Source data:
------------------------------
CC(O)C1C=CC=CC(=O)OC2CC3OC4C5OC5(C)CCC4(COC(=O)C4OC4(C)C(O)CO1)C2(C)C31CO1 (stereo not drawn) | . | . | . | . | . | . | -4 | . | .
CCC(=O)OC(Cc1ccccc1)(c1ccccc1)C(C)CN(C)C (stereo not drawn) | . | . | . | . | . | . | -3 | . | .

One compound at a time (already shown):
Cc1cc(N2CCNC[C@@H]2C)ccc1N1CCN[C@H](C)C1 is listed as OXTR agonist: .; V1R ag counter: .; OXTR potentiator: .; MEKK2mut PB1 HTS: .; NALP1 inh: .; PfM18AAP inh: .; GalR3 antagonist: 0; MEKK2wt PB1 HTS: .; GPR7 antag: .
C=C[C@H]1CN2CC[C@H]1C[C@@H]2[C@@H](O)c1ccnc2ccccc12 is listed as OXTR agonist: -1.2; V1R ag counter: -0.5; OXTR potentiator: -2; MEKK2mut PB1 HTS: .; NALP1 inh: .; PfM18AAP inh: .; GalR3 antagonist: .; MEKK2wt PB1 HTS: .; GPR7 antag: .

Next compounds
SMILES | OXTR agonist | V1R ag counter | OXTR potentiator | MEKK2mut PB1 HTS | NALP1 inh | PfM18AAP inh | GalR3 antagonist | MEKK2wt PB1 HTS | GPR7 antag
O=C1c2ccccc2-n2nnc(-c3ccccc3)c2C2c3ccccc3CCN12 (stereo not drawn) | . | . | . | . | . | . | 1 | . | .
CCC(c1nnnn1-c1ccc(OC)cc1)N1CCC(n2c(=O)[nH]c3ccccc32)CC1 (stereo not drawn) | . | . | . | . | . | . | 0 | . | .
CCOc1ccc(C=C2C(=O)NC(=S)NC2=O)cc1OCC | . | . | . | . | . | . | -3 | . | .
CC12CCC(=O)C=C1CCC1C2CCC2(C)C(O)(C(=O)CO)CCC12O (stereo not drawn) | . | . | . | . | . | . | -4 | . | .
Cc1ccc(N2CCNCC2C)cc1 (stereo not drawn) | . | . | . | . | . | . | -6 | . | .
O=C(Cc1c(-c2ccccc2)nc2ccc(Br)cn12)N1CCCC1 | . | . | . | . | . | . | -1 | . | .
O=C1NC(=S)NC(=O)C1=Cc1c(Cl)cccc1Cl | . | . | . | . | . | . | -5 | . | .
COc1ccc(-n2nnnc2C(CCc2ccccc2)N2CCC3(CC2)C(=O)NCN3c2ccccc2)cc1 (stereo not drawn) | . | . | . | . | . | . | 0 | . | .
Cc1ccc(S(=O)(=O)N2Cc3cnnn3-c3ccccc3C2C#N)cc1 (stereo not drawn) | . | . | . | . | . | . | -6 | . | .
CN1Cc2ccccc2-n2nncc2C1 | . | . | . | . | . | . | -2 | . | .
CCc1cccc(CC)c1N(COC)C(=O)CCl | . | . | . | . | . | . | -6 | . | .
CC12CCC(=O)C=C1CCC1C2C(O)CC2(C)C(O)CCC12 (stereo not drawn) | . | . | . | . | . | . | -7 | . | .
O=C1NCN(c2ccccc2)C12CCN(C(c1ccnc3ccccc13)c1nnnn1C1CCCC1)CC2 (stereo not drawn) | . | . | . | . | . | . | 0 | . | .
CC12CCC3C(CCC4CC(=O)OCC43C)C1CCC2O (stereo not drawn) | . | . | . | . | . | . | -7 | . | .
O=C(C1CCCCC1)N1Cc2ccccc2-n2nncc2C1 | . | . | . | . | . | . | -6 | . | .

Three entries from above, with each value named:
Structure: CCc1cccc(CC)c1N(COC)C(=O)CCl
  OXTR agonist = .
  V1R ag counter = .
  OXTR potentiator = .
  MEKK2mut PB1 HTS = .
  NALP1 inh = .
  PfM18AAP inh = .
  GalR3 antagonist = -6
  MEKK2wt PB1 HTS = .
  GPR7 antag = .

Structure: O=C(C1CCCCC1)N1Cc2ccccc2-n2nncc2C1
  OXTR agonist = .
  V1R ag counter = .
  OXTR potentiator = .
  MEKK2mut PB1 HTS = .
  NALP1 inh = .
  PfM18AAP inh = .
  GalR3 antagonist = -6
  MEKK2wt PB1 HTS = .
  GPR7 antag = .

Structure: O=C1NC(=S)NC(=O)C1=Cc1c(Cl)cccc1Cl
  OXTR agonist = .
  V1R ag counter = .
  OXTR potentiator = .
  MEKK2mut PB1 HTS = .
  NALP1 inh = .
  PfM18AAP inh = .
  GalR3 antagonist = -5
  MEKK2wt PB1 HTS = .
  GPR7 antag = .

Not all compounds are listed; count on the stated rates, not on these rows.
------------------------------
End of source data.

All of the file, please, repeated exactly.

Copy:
CC(O)C1C=CC=CC(=O)OC2CC3OC4C5OC5(C)CCC4(COC(=O)C4OC4(C)C(O)CO1)C2(C)C31CO1 (stereo not drawn) | . | . | . | . | . | . | -4 | . | .
CCC(=O)OC(Cc1ccccc1)(c1ccccc1)C(C)CN(C)C (stereo not drawn) | . | . | . | . | . | . | -3 | . | .

One compound at a time (already shown):
Cc1cc(N2CCNC[C@@H]2C)ccc1N1CCN[C@H](C)C1 is listed as OXTR agonist: .; V1R ag counter: .; OXTR potentiator: .; MEKK2mut PB1 HTS: .; NALP1 inh: .; PfM18AAP inh: .; GalR3 antagonist: 0; MEKK2wt PB1 HTS: .; GPR7 antag: .
C=C[C@H]1CN2CC[C@H]1C[C@@H]2[C@@H](O)c1ccnc2ccccc12 is listed as OXTR agonist: -1.2; V1R ag counter: -0.5; OXTR potentiator: -2; MEKK2mut PB1 HTS: .; NALP1 inh: .; PfM18AAP inh: .; GalR3 antagonist: .; MEKK2wt PB1 HTS: .; GPR7 antag: .

Next compounds
SMILES | OXTR agonist | V1R ag counter | OXTR potentiator | MEKK2mut PB1 HTS | NALP1 inh | PfM18AAP inh | GalR3 antagonist | MEKK2wt PB1 HTS | GPR7 antag
O=C1c2ccccc2-n2nnc(-c3ccccc3)c2C2c3ccccc3CCN12 (stereo not drawn) | . | . | . | . | . | . | 1 | . | .
CCC(c1nnnn1-c1ccc(OC)cc1)N1CCC(n2c(=O)[nH]c3ccccc32)CC1 (stereo not drawn) | . | . | . | . | . | . | 0 | . | .
CCOc1ccc(C=C2C(=O)NC(=S)NC2=O)cc1OCC | . | . | . | . | . | . | -3 | . | .
CC12CCC(=O)C=C1CCC1C2CCC2(C)C(O)(C(=O)CO)CCC12O (stereo not drawn) | . | . | . | . | . | . | -4 | . | .
Cc1ccc(N2CCNCC2C)cc1 (stereo not drawn) | . | . | . | . | . | . | -6 | . | .
O=C(Cc1c(-c2ccccc2)nc2ccc(Br)cn12)N1CCCC1 | . | . | . | . | . | . | -1 | . | .
O=C1NC(=S)NC(=O)C1=Cc1c(Cl)cccc1Cl | . | . | . | . | . | . | -5 | . | .
COc1ccc(-n2nnnc2C(CCc2ccccc2)N2CCC3(CC2)C(=O)NCN3c2ccccc2)cc1 (stereo not drawn) | . | . | . | . | . | . | 0 | . | .
Cc1ccc(S(=O)(=O)N2Cc3cnnn3-c3ccccc3C2C#N)cc1 (stereo not drawn) | . | . | . | . | . | . | -6 | . | .
CN1Cc2ccccc2-n2nncc2C1 | . | . | . | . | . | . | -2 | . | .
CCc1cccc(CC)c1N(COC)C(=O)CCl | . | . | . | . | . | . | -6 | . | .
CC12CCC(=O)C=C1CCC1C2C(O)CC2(C)C(O)CCC12 (stereo not drawn) | . | . | . | . | . | . | -7 | . | .
O=C1NCN(c2ccccc2)C12CCN(C(c1ccnc3ccccc13)c1nnnn1C1CCCC1)CC2 (stereo not drawn) | . | . | . | . | . | . | 0 | . | .
CC12CCC3C(CCC4CC(=O)OCC43C)C1CCC2O (stereo not drawn) | . | . | . | . | . | . | -7 | . | .
O=C(C1CCCCC1)N1Cc2ccccc2-n2nncc2C1 | . | . | . | . | . | . | -6 | . | .

Three entries from above, with each value named:
Structure: CCc1cccc(CC)c1N(COC)C(=O)CCl
  OXTR agonist = .
  V1R ag counter = .
  OXTR potentiator = .
  MEKK2mut PB1 HTS = .
  NALP1 inh = .
  PfM18AAP inh = .
  GalR3 antagonist = -6
  MEKK2wt PB1 HTS = .
  GPR7 antag = .

Structure: O=C(C1CCCCC1)N1Cc2ccccc2-n2nncc2C1
  OXTR agonist = .
  V1R ag counter = .
  OXTR potentiator = .
  MEKK2mut PB1 HTS = .
  NALP1 inh = .
  PfM18AAP inh = .
  GalR3 antagonist = -6
  MEKK2wt PB1 HTS = .
  GPR7 antag = .

Structure: O=C1NC(=S)NC(=O)C1=Cc1c(Cl)cccc1Cl
  OXTR agonist = .
  V1R ag counter = .
  OXTR potentiator = .
  MEKK2mut PB1 HTS = .
  NALP1 inh = .
  PfM18AAP inh = .
  GalR3 antagonist = -5
  MEKK2wt PB1 HTS = .
  GPR7 antag = .

Not all compounds are listed; count on the stated rates, not on these rows.